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TV DISASTER NEWS

What do pelicans have to do with parenting? Nothing except when oil-soaked pelicans look miserable or dead and parents must try to explain WHY?

Children see images (usually graphic because graphic means increased ratings) on TV screens and all those other screens where we get information about the world. Most days the world isn’t very pretty. Seeing the poor pelicans made me cry. Sensitive, animal-loving kids get upset too and ask us: What will happen to the pelicans? Why is this happening? Why can’t we DO something?

To fully answer your children’s questions you would need to be well-versed in biology, ecology, environmental issues, corporate responsibility, energy, unemployment, our culture of cars, non-renewable natural resources like petroleum, and politics (both sides of the aisle).

But kids don’t need scholarly answers. They need to validate their own feelings by learning how their parents feel and think about the catastrophe in the Gulf of Mexico.

If my children asked the above questions, this is how I would respond:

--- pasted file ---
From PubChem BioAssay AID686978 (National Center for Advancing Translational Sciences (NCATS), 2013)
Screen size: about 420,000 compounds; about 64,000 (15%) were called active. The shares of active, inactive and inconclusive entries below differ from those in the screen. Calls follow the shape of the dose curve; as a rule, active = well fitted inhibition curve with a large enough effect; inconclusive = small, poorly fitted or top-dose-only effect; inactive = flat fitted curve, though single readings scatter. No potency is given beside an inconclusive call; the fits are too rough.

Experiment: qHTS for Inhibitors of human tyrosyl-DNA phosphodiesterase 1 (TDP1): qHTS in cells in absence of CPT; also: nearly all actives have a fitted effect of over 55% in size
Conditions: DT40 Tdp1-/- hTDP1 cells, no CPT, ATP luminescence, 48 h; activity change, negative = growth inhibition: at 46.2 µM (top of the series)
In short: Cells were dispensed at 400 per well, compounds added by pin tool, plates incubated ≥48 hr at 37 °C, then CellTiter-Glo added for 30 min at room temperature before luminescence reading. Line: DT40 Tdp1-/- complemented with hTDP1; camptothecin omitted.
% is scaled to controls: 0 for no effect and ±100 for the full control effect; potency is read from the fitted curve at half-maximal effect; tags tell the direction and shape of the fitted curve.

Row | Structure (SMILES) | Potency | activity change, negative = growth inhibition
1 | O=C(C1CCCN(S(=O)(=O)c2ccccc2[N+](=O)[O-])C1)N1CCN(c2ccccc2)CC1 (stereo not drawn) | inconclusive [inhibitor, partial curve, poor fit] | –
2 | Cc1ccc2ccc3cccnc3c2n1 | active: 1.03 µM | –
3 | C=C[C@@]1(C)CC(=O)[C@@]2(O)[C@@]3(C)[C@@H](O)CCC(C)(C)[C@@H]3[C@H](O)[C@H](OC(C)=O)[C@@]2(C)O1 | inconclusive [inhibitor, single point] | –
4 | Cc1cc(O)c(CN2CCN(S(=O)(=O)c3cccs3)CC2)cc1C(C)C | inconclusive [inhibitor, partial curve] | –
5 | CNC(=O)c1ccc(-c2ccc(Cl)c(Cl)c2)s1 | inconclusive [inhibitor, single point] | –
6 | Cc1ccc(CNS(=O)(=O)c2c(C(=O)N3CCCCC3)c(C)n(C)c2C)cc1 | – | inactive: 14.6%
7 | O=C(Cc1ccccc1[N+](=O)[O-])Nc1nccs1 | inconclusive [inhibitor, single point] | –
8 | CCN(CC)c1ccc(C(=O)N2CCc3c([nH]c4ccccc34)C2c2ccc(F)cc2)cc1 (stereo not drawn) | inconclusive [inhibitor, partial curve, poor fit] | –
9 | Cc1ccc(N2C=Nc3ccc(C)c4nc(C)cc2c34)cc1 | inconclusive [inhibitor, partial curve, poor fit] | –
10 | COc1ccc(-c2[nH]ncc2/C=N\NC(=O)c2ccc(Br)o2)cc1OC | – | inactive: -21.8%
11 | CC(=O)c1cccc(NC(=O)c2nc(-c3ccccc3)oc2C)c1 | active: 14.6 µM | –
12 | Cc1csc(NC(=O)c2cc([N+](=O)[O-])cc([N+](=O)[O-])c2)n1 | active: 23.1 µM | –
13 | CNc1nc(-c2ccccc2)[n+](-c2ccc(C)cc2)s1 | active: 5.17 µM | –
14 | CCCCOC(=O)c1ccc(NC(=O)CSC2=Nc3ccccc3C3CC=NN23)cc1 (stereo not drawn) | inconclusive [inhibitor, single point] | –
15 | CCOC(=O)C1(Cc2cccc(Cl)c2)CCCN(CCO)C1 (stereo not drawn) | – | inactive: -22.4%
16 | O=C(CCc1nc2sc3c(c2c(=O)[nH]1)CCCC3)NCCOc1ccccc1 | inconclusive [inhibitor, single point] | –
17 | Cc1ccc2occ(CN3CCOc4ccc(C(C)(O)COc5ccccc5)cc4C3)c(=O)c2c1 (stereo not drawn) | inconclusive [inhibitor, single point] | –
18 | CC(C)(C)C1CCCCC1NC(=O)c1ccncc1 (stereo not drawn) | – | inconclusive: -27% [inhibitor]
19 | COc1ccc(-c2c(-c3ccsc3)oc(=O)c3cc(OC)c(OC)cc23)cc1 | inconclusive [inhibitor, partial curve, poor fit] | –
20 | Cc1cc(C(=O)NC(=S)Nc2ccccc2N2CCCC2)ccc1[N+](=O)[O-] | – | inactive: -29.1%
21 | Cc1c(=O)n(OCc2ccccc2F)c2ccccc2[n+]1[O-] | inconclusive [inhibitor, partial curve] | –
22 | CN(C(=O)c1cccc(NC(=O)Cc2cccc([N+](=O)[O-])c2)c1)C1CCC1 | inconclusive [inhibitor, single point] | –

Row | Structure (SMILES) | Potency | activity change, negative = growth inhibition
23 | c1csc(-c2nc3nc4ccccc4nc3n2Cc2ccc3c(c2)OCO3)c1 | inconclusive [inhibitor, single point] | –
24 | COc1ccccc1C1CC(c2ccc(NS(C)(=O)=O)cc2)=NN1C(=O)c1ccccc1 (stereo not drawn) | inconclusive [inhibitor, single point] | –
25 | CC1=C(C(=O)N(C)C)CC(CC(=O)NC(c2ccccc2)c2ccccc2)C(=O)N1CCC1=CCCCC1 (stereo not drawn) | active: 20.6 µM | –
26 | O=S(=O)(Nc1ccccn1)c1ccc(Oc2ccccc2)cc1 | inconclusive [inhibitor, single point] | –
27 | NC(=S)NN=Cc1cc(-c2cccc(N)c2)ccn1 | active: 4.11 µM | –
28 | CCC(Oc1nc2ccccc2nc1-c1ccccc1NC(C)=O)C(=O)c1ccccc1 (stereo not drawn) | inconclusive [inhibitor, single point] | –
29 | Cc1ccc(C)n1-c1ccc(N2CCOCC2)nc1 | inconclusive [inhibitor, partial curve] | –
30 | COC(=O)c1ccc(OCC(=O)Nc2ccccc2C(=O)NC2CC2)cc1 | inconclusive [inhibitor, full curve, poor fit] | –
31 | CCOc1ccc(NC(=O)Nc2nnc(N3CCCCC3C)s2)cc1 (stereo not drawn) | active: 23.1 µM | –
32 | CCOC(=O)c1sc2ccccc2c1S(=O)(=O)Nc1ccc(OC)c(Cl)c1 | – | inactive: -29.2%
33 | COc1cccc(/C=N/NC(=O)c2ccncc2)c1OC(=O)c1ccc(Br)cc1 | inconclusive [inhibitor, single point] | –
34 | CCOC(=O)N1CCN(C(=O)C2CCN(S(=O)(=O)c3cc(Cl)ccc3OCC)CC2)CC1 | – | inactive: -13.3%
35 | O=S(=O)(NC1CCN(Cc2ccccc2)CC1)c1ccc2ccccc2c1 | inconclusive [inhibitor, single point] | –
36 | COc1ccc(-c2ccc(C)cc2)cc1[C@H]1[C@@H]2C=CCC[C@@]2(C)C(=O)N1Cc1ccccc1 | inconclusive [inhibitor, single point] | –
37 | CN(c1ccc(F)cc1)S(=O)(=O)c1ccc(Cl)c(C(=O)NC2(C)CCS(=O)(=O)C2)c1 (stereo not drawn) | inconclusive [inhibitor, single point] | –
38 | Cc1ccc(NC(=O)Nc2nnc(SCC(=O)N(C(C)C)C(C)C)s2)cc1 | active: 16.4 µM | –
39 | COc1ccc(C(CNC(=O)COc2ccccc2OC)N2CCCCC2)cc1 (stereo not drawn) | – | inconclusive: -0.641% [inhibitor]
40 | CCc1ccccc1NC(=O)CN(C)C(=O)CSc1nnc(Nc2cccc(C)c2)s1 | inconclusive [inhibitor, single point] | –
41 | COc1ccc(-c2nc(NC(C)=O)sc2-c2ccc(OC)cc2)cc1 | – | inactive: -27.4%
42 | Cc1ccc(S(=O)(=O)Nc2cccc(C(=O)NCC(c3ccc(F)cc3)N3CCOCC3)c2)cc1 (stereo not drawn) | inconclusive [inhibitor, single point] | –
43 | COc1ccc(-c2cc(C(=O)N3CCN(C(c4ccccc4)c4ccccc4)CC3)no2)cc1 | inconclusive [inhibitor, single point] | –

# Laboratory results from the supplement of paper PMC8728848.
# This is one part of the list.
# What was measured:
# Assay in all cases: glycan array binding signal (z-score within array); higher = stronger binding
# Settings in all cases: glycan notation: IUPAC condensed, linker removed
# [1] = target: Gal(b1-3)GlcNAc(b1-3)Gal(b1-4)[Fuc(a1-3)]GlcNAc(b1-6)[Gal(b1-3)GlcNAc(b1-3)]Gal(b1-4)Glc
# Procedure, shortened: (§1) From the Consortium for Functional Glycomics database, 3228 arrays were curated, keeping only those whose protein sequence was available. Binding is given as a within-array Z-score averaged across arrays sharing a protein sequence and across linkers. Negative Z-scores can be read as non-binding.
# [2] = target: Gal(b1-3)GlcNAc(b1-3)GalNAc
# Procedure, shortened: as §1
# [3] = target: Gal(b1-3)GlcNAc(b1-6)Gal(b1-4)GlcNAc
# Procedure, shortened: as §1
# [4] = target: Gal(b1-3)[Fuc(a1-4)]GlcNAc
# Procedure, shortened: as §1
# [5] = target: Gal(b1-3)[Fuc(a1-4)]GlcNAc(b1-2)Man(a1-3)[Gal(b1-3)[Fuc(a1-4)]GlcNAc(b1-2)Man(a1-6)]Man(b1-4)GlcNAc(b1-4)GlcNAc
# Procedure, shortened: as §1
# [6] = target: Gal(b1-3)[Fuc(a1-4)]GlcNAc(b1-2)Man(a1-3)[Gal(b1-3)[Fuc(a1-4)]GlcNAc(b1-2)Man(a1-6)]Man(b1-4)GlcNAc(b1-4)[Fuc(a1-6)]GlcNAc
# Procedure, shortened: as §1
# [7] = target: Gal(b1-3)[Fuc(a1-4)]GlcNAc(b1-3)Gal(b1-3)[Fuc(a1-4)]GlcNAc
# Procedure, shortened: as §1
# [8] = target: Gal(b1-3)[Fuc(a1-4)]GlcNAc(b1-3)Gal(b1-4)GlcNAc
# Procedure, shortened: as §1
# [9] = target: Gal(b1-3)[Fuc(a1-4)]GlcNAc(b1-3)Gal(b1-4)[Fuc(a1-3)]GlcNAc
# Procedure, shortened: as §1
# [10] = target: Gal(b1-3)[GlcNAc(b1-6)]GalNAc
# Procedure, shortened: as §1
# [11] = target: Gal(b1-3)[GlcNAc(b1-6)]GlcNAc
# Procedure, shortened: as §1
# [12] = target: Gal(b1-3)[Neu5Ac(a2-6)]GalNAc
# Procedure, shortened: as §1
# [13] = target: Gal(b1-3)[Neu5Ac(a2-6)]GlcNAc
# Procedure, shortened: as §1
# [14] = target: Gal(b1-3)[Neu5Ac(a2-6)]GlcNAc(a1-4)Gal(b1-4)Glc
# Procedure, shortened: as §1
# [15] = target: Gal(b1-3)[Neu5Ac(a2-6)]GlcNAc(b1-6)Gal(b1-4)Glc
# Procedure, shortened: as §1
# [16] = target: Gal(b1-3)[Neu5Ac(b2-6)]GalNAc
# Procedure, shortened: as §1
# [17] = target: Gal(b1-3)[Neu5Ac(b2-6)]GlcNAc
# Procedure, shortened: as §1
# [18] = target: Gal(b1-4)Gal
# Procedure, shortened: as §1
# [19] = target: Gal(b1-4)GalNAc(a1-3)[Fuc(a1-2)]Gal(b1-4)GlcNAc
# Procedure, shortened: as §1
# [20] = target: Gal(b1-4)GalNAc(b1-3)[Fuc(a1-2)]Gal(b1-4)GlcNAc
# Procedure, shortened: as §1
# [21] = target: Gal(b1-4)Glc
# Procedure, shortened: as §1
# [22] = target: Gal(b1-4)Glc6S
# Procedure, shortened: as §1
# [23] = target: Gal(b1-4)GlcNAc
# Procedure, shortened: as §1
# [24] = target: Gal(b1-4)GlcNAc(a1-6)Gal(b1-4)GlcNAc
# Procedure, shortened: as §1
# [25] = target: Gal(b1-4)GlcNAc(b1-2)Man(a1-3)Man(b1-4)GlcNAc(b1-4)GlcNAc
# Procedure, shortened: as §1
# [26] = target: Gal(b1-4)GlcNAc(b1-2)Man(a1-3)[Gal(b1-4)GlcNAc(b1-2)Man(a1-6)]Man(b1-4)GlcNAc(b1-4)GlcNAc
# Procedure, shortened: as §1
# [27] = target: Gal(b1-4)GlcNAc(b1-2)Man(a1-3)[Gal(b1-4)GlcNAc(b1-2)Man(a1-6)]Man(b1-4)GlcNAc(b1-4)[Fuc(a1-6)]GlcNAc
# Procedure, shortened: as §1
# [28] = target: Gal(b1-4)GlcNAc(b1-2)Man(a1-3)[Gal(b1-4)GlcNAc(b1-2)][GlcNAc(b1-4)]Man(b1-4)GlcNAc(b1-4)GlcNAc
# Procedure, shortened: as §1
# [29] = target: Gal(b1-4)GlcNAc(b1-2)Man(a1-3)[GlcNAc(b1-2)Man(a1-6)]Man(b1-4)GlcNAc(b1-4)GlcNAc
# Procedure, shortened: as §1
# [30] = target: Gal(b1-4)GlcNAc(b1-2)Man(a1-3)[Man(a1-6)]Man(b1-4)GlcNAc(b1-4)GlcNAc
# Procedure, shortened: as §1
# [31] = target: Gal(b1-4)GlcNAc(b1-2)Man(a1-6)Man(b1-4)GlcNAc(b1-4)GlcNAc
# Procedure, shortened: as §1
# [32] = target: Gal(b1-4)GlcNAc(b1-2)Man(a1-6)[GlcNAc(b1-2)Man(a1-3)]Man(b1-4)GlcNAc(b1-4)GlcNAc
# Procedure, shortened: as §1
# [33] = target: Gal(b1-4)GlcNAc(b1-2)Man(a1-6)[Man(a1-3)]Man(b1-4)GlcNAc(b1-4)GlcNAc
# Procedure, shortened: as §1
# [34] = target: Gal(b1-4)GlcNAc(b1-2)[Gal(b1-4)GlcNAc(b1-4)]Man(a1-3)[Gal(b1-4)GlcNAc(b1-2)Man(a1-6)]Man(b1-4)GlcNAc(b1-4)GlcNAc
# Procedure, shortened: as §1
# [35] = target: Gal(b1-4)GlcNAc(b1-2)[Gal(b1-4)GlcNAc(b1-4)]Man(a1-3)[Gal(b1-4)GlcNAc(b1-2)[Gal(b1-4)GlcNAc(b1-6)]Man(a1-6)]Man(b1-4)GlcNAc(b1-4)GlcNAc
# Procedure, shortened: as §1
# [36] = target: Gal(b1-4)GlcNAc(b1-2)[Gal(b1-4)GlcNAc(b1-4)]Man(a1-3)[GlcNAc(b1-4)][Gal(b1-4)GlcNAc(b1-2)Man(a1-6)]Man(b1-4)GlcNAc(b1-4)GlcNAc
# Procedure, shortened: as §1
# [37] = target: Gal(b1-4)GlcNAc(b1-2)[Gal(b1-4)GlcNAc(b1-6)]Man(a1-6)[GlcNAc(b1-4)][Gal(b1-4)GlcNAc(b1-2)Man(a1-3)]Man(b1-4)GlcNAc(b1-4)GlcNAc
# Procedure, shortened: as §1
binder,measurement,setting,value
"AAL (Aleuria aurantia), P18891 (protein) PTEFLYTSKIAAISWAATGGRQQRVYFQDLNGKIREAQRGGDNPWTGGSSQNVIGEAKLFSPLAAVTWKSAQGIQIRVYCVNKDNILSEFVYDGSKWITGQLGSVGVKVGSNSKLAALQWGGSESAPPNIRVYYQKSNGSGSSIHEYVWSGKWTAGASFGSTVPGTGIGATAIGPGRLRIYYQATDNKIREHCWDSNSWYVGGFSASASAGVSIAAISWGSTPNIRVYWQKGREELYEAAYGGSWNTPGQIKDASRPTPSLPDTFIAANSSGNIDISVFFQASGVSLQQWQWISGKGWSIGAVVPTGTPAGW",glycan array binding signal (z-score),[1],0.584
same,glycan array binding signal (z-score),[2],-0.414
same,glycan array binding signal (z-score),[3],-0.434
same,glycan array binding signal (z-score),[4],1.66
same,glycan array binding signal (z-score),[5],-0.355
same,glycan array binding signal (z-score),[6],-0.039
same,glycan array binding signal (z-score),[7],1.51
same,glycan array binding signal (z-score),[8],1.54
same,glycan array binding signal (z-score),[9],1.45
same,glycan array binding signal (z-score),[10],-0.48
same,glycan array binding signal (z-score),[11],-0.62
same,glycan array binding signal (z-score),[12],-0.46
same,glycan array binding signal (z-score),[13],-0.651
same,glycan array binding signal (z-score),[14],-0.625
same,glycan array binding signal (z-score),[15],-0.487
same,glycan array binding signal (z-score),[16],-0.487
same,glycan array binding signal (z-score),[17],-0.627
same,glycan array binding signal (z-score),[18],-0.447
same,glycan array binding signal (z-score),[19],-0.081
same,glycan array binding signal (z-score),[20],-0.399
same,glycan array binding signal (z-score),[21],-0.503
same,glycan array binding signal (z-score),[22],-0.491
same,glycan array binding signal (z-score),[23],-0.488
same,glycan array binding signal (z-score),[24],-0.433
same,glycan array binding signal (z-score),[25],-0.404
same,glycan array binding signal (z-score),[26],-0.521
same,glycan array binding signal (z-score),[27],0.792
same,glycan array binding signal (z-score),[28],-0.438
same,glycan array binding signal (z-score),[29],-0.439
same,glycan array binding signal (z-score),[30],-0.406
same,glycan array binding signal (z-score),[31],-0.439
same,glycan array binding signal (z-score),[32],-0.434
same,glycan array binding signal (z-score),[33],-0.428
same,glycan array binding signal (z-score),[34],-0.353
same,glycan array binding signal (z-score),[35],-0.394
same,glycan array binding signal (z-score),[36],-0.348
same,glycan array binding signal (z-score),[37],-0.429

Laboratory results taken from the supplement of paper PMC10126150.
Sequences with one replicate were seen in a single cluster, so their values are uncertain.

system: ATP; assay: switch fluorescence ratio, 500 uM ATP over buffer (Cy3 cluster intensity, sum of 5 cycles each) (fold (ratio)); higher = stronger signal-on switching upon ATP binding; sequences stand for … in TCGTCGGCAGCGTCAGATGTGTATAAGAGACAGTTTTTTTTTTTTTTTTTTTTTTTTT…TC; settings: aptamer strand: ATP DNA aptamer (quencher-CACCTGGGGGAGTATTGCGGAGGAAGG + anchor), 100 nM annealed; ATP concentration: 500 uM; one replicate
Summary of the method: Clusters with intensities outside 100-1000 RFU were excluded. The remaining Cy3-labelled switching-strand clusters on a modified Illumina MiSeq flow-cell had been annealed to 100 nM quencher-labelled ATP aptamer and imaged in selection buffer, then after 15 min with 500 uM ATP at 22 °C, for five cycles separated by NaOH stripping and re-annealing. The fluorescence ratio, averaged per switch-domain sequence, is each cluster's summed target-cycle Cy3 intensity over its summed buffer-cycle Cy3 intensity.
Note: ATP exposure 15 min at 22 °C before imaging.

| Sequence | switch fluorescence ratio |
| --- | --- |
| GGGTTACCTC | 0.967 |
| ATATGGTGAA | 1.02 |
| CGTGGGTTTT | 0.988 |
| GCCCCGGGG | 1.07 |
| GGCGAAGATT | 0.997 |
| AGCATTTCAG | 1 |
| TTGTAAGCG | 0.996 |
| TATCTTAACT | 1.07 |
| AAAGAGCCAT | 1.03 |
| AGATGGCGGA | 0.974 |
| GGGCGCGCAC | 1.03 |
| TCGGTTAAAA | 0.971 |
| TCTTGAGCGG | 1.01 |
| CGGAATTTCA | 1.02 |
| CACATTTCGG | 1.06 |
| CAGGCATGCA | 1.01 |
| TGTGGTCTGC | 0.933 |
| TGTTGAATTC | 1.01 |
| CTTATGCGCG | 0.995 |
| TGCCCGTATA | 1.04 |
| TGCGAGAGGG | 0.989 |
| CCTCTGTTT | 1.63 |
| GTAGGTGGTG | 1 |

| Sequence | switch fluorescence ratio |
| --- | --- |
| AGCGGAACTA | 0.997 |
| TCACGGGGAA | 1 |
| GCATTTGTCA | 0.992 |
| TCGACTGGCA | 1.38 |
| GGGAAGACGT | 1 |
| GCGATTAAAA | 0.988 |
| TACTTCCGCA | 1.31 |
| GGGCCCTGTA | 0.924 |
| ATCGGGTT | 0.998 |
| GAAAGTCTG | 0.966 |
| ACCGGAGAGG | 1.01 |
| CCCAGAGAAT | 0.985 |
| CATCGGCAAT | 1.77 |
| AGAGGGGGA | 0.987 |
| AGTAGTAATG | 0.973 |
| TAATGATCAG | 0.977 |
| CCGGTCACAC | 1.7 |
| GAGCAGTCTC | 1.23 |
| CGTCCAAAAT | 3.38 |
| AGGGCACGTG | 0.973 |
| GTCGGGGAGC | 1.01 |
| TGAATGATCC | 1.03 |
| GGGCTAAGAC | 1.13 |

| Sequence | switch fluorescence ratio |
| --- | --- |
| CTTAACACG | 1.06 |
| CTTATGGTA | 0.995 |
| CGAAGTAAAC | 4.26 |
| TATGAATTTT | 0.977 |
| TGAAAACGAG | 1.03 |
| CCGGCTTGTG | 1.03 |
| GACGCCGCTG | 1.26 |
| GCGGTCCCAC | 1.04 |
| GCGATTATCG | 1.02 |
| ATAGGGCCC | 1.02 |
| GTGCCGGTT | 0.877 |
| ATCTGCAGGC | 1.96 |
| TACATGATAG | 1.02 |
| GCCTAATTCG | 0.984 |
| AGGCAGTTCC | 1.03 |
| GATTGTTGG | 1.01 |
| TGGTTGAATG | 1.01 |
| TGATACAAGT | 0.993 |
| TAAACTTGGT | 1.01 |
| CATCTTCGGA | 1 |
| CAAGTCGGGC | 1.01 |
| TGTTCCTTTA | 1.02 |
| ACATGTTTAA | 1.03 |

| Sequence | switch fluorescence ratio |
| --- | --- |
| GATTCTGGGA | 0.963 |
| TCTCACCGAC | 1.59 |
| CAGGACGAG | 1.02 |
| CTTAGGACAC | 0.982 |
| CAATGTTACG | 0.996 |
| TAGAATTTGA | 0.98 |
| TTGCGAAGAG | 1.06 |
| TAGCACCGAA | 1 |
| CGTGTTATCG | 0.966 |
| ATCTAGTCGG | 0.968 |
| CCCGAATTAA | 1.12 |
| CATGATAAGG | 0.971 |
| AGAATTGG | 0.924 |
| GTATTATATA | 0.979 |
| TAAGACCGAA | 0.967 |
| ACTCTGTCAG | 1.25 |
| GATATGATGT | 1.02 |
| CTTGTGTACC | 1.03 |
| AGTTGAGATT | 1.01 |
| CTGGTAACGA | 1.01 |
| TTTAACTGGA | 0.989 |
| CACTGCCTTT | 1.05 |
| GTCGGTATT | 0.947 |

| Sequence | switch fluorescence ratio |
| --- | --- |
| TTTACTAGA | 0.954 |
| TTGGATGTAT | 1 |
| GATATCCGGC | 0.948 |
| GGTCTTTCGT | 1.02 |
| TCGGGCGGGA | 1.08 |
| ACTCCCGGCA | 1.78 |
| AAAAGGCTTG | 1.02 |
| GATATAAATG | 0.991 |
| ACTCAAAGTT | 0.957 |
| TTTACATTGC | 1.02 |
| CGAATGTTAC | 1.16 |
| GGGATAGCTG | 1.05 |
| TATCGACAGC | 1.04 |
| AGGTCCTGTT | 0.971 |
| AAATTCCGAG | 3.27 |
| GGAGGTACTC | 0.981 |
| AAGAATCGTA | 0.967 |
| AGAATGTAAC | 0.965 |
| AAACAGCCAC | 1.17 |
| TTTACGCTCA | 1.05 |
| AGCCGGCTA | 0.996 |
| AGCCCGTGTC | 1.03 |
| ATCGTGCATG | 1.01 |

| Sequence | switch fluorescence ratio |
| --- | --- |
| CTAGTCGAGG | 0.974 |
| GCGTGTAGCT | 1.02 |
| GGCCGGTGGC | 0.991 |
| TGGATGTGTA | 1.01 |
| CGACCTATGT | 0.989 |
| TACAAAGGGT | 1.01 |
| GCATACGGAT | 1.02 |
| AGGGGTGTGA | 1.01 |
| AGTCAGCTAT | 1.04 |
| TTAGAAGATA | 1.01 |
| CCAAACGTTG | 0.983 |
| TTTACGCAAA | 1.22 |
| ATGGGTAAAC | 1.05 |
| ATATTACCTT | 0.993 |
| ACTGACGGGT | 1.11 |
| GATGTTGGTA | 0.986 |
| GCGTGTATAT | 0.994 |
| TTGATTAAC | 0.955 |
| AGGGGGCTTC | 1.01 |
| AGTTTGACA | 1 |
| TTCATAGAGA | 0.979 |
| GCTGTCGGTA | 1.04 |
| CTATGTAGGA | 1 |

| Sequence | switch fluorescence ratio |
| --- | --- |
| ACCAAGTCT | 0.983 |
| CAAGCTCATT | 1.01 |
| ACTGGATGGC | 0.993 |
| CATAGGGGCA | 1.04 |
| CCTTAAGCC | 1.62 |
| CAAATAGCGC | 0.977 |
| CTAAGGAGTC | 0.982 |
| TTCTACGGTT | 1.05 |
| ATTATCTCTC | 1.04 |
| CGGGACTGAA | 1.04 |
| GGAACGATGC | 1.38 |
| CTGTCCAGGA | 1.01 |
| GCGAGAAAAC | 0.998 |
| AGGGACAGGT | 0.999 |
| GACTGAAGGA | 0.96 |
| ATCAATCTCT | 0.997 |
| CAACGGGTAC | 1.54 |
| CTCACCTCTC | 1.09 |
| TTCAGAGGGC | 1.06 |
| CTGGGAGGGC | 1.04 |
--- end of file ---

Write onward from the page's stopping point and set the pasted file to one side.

• The pictures of birds covered in oil really upset me. Some of them will die but there are lots of people…professionals and volunteers…working hard to help the help the birds and turtles.

 

  • Why did this happen? It’s complicated but it’s because we don’t have a safe and sound energy policy. Everybody wants a car and wants to run the car cheaply. Oil near the earth’s surface in areas that are not environmentally sensitive has been already drilled out. Oil companies have to drill deeper. Safety precautions for both the men who drill and the environment are not always taken. Poop (accidents) happen.
  • What can you think of to do? Let’s think together of what this family can do to reduce its carbon footprint (Explain term). Let’s look online to see if there is a way we can help the wildlife in the gulf. Let’s think about the politics of energy. What would we say to people who want to drill, baby, drill? How will you feel next summer if we decide to save oil and not drive to Yellowstone on a camping trip? What could we say to those out of work including the people who work on oil wells in the Gulf? What could we say who think we can ignore the environment?

 

Be sure to let the kids talk and argue their points even if you disagree. There are no wrong answers in a discussion.

So parents deal with oil-coated penguins and other hard-to-watch events in our lives by doing the following: 1) EMPATHIZE with how the kids feel. 2) EDUCATE them on the issues. 3) EMPOWER them.

TELL YOUR FRIENDS THEY CAN GET A PROFESSIONAL, PERSONAL, AND PRIVATE ANSWER TO THEIR PARENTING QUESTIONS BY GOING TO info@ParentKidsRight.com